Few hours in Montpellier, France

MONTPELLIER, FRANCE: Montpellier is a nice cosmopolitan city in the Languedoc-Roussilon region in southwest France. We spent about few hours in the city center before heading towards Andorra the next day. We rode their bright yellow and red trams twice on our way to city center and coming back from there. The fare is cheap and they run very frequently every hour.

Surroundings of Promenade de Peyrou in Montpellier, France

TIME OF OUR TRAVEL: We were traveling in the 1st week of October, 2012. It was still pleasant there with some sun during the day time and little bit chilly after evening.

OUR HOTEL: We stayed in Quick Palace Montpellier here which was about 10 minutes’ drive from the airport (in St. Jean De Vedas) and surrounded by lots of other hotels and many restaurants. The tram station is within walking distance from here which takes you directly to the city center, Place de la Comedie.

Bright colored tram of Montpellier, France

PLACES WE’VE VISITED: We barely spent few hours in Montpellier. We reached Montpellier airport around noon, then checked in at our hotel, ate something, and off to catch the tram to the city center. Visited all the places on foot from there but had to head back to hotel early since the girls were REALLYYY tired by the evening after a long day.

Chateau d’Eau in Montpellier, France

1) La PLACE de la COMEDIE: This is the number one hot spot and a must-see in Montpellier. This oval-shaped square, dominated by the Comedie opera house (built in 1888), is one of the largest pedestrian areas in Europe. Saturday market here makes this place even crowded during weekends. This lively place is packed with many shops, cafes, old & beautiful buildings. The nearby small streets are great for shopping and taking strolls. Take a walk thru Rue de la Loge, which is probably the busiest street there with all sorts of designer and local shops. The tram station is also right there very close to the plaza.

Place de la Comedie (Les 3 Graces can be seen on the right) in Montpellier, France

The center fountain of this plaza, called Les 3 Grâces, is one of the emblems of Montpellier. Created in 1773, the original marble statue is now located in the hall of the Comedie opera house.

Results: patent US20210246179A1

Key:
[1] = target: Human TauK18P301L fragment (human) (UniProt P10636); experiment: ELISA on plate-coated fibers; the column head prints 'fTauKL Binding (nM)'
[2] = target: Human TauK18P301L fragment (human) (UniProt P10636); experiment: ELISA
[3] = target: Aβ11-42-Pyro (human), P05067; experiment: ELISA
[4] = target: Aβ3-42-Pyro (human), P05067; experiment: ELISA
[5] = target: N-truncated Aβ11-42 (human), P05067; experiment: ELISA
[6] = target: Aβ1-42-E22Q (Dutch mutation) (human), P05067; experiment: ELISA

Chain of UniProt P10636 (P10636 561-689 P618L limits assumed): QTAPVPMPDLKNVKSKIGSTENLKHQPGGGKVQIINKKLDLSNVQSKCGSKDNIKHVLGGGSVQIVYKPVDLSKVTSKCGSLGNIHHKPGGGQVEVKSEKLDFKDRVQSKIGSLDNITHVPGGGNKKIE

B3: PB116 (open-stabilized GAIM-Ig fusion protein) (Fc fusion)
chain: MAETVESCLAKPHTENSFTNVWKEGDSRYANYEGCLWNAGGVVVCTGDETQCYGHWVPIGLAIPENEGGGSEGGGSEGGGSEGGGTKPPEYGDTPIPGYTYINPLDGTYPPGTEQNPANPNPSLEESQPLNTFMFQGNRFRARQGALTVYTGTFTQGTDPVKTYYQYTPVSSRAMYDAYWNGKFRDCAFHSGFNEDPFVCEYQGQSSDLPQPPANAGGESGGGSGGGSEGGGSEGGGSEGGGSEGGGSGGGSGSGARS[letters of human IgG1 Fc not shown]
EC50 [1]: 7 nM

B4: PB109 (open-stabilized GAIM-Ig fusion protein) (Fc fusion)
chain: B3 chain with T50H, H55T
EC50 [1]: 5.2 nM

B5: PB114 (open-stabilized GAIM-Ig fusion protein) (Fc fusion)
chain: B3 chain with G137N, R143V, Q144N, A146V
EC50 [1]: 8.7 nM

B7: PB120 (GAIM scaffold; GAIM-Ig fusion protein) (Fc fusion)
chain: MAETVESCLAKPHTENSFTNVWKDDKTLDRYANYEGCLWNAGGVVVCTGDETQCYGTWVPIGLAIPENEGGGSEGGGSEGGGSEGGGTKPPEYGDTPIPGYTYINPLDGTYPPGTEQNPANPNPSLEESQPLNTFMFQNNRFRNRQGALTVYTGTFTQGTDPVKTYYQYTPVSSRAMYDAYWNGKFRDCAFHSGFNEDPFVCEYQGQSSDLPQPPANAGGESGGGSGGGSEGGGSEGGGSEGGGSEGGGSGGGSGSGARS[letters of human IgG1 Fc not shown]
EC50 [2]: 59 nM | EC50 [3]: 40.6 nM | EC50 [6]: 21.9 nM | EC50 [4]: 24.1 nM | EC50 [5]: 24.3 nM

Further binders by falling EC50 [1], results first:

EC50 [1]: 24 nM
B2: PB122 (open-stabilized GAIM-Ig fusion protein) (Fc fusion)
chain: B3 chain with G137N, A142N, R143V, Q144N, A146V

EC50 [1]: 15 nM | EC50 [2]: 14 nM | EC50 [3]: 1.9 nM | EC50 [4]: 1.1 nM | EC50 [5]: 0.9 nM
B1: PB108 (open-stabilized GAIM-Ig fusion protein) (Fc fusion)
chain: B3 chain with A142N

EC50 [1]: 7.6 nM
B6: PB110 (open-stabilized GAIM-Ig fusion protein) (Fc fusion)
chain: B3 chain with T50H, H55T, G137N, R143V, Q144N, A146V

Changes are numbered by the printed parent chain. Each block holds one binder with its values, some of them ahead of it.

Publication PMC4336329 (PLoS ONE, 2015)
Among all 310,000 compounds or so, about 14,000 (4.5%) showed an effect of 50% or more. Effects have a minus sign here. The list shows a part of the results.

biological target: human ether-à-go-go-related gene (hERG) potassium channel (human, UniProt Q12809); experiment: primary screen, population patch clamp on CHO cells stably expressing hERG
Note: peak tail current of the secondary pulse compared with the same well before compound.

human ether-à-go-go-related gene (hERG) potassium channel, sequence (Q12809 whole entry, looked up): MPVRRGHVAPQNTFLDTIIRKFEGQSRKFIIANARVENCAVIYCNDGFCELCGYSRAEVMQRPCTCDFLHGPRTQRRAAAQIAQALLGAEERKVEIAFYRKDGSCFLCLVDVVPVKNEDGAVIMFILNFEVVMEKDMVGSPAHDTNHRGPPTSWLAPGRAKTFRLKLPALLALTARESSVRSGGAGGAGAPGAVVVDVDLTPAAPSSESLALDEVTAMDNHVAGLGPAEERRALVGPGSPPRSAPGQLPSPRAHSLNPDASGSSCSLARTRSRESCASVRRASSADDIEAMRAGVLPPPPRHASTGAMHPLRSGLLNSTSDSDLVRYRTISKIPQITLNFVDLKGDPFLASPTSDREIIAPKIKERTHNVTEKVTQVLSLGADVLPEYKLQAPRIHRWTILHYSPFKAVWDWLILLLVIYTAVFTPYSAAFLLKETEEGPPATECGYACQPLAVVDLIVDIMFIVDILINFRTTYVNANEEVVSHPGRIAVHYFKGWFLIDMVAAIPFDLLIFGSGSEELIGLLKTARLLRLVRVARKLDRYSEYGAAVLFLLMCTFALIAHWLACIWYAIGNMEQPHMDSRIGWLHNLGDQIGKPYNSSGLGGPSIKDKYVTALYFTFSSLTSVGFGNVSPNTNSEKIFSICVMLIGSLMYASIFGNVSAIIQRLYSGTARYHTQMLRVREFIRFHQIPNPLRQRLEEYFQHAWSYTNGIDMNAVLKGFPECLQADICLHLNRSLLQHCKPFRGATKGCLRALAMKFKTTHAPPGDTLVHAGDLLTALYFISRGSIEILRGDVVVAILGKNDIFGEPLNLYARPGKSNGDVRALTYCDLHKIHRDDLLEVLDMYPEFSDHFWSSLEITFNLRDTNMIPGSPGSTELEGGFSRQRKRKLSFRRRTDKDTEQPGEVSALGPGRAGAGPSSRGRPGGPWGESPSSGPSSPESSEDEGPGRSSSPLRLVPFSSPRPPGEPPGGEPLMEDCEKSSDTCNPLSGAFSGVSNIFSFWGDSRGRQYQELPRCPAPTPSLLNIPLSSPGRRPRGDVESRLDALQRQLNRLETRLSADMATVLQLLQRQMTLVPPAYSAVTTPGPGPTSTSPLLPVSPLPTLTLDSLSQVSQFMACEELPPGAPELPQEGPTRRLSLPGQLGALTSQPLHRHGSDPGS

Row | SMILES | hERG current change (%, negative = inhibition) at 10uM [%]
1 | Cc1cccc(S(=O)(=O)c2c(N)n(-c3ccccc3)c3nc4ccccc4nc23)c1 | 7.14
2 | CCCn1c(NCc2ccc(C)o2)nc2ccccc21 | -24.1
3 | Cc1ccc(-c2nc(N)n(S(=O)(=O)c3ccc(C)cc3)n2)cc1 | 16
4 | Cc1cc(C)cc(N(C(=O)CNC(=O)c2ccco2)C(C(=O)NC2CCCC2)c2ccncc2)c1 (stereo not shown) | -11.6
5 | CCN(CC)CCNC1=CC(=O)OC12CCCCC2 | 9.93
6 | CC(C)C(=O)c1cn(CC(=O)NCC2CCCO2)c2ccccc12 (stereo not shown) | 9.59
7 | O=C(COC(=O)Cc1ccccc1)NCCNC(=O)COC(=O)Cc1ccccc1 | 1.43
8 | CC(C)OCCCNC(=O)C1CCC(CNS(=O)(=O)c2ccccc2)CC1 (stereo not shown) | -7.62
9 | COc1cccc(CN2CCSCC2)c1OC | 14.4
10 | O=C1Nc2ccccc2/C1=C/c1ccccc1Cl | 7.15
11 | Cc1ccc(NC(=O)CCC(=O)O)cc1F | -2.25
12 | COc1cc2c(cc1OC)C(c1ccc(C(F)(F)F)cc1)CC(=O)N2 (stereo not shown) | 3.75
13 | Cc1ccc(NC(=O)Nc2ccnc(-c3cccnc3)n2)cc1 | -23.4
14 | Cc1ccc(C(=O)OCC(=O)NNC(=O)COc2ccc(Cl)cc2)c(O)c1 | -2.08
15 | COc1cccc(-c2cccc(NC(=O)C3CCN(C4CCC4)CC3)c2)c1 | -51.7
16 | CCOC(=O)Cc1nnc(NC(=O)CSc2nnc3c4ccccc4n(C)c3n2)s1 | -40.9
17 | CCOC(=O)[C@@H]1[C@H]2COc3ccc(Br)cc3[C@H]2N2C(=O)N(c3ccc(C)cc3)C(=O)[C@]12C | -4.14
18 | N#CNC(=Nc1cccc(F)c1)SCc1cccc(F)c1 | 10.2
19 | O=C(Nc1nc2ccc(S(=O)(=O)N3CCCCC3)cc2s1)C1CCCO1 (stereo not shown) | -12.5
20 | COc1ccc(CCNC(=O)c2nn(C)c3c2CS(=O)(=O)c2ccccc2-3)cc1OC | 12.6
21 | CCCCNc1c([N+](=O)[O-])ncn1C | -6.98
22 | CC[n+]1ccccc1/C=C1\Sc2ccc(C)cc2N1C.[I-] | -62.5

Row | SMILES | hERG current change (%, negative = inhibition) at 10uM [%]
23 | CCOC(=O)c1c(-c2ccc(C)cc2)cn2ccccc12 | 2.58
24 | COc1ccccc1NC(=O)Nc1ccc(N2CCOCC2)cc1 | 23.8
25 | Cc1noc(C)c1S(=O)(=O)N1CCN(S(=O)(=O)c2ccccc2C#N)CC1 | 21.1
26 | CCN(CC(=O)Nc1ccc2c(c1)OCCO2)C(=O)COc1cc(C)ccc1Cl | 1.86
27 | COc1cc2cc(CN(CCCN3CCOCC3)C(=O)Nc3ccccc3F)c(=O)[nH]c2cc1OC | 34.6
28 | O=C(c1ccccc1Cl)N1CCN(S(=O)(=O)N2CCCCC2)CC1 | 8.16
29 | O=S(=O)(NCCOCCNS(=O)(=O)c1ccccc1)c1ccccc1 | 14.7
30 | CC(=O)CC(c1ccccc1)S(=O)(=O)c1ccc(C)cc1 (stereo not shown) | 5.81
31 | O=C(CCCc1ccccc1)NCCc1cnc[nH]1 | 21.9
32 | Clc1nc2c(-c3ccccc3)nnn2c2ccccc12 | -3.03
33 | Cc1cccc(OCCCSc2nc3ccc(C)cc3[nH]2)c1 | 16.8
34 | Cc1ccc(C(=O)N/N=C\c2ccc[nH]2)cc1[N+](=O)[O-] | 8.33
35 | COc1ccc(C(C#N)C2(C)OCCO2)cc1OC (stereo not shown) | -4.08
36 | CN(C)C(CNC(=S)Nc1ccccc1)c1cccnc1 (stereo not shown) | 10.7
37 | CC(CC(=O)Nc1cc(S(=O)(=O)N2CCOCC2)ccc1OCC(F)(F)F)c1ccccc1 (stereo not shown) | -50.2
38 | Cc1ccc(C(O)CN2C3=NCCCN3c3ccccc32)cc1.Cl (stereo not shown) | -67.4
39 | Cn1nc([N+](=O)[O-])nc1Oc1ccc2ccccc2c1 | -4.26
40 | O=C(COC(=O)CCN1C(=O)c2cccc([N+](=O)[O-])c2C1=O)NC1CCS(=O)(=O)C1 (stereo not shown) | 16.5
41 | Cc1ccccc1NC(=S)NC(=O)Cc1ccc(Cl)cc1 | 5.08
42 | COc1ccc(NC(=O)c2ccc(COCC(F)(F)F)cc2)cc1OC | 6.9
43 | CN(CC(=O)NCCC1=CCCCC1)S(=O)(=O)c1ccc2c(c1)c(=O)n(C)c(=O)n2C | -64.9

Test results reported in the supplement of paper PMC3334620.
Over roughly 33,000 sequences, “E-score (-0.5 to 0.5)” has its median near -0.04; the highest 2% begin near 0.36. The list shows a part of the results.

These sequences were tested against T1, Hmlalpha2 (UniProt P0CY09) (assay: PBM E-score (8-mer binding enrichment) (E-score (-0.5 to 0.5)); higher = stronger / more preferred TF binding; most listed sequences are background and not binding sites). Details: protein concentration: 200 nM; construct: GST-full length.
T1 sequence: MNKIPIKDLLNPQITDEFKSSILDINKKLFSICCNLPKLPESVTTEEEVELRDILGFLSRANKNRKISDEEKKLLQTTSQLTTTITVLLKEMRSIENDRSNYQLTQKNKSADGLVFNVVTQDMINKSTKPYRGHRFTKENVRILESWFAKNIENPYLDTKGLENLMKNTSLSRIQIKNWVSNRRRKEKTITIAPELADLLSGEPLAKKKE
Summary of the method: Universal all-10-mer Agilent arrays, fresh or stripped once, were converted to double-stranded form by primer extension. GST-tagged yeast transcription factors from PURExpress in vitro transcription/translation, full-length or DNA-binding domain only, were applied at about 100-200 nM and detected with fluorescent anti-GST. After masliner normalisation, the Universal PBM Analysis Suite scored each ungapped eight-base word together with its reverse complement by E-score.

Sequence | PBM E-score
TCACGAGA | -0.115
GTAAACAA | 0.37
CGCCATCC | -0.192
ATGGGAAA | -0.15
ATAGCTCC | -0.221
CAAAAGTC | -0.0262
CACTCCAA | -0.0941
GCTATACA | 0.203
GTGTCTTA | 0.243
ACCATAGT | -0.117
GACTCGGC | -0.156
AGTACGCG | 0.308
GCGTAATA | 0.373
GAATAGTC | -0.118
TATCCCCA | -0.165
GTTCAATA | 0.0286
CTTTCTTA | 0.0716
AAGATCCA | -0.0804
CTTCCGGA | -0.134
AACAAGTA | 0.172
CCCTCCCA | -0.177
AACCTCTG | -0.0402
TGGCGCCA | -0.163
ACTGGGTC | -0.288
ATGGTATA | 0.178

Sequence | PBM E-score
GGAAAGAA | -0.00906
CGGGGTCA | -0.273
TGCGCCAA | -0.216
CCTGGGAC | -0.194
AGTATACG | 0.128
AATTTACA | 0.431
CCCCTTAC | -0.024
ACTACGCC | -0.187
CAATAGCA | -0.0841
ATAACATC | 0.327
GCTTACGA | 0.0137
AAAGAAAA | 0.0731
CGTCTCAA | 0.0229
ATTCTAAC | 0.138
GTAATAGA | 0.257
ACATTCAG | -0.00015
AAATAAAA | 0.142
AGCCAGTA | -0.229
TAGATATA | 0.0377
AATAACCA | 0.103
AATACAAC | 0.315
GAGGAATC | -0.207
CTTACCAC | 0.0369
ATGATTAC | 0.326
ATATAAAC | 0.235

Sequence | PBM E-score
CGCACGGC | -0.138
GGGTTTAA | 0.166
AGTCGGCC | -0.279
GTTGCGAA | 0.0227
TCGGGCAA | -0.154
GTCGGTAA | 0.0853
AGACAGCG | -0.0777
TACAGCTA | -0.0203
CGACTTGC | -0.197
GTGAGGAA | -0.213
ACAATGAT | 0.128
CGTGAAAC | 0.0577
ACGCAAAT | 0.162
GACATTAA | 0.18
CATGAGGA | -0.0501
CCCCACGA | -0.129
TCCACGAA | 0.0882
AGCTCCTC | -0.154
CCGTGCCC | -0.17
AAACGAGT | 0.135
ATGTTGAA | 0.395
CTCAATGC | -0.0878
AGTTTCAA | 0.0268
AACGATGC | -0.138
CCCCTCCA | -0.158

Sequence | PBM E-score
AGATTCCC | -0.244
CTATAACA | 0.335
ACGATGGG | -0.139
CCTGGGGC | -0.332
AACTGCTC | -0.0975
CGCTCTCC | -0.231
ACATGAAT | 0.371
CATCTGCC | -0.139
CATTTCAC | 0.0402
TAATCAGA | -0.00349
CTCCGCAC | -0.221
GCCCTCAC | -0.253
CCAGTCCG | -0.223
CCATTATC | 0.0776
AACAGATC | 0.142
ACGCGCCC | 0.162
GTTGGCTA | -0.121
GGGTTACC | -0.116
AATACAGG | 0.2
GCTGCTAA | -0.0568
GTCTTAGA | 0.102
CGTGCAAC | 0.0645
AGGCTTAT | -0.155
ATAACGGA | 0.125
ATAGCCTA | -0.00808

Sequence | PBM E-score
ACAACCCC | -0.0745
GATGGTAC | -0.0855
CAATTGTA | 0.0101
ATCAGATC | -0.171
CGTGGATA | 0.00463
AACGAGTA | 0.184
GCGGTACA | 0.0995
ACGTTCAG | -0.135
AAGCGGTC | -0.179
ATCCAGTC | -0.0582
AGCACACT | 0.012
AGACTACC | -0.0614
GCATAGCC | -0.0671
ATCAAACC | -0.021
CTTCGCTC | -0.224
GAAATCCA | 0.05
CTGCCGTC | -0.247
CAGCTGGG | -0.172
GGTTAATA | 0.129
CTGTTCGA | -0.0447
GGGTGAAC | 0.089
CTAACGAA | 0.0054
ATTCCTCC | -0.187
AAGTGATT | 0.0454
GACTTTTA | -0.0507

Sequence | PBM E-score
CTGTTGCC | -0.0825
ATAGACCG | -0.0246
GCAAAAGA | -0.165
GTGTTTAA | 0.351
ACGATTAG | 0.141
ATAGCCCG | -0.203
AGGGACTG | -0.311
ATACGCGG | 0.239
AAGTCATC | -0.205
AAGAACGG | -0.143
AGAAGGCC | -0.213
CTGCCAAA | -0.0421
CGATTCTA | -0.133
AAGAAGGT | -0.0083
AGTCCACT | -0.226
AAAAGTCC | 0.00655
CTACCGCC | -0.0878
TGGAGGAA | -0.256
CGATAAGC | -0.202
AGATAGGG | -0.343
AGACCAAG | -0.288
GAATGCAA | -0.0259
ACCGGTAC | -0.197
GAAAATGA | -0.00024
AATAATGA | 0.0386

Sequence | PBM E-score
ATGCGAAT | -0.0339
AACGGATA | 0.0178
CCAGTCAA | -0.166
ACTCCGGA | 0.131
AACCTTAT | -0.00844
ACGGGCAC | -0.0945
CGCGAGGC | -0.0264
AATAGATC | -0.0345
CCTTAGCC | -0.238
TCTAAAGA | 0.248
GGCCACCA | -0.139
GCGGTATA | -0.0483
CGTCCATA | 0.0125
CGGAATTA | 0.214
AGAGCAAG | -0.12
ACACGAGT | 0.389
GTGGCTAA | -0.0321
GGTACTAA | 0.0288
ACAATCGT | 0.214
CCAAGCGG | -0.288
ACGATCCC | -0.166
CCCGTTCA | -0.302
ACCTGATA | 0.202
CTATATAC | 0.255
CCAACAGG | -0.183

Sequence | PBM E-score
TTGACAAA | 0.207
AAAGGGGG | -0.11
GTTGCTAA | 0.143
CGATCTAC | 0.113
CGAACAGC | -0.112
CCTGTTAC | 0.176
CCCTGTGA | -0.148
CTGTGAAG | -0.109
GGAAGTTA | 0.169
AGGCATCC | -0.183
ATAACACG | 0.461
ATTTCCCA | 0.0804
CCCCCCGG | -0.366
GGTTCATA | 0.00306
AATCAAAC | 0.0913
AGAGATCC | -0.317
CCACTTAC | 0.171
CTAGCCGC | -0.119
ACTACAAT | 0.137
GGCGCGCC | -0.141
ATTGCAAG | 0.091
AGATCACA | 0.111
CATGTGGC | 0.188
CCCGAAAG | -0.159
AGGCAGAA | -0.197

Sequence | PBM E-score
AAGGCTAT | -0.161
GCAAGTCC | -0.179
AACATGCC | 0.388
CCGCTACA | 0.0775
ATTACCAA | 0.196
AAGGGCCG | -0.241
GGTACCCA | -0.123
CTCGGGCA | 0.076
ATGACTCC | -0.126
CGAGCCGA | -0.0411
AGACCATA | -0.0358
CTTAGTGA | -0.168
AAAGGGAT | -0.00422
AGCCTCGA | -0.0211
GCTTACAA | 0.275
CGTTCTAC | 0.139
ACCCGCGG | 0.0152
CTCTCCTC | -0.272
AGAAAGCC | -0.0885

2) ARC de TRIUMPH: This is only 10 minutes’ walk from Place de la Comedie on Rue Foch. At the end of the 17th century, this triumphal arch, a copy of the gates of Paris, was erected to honor King Louis XIV where one of the gates of the ancient rampart used to be. The Arc is adorned with medallions celebrating the highlights of the monarch’s reign. Ask at the Visitor’s Center for a tour of the Arc de Triumph.

Statue of King Louis XIV and St-Clement Aqueduct can be seen thru the gate of Arc de Triumph on Promenade de Peyrou

3) PLACE ROYALE du PEYROU or PROMENADE de PEYROU: This is on the other side of Arc de Triumph behind a gate. This historical landmark sight of Montpellier provides the setting for the mounted statue of Louis XIV on his horse forming a remarkable group of monuments, with the Arc de Triumph, Water Tower, and Saint-Clement aqueduct. The magnificent panoramic view of the surrounding countryside has been exceptionally well-preserved since the late 17th century. The design of this esplanade was inspired by today’s Place de la Concorde in Paris. Two rows of trees were planted in the 19th century to form beautiful side paths.

Arc de Triumph and statue of King Louis XIV on Promenade de Peyrou in Montpellier, France

After passing the statue of King Louis XIV in Place Royale du Peyrou, comes aqueduct Saint-Clement. Built in 1754, it supplied drinking water from the springs in the town of Saint-Clement. You can climb up the stairs to see Chateau d’Eau from the top. Created at the same time as the aqueduct in the 18th century, the water tower held the city’s water reserves.

Saint-Clement Aqueduct in Promenade de Peyrou in Montpellier, France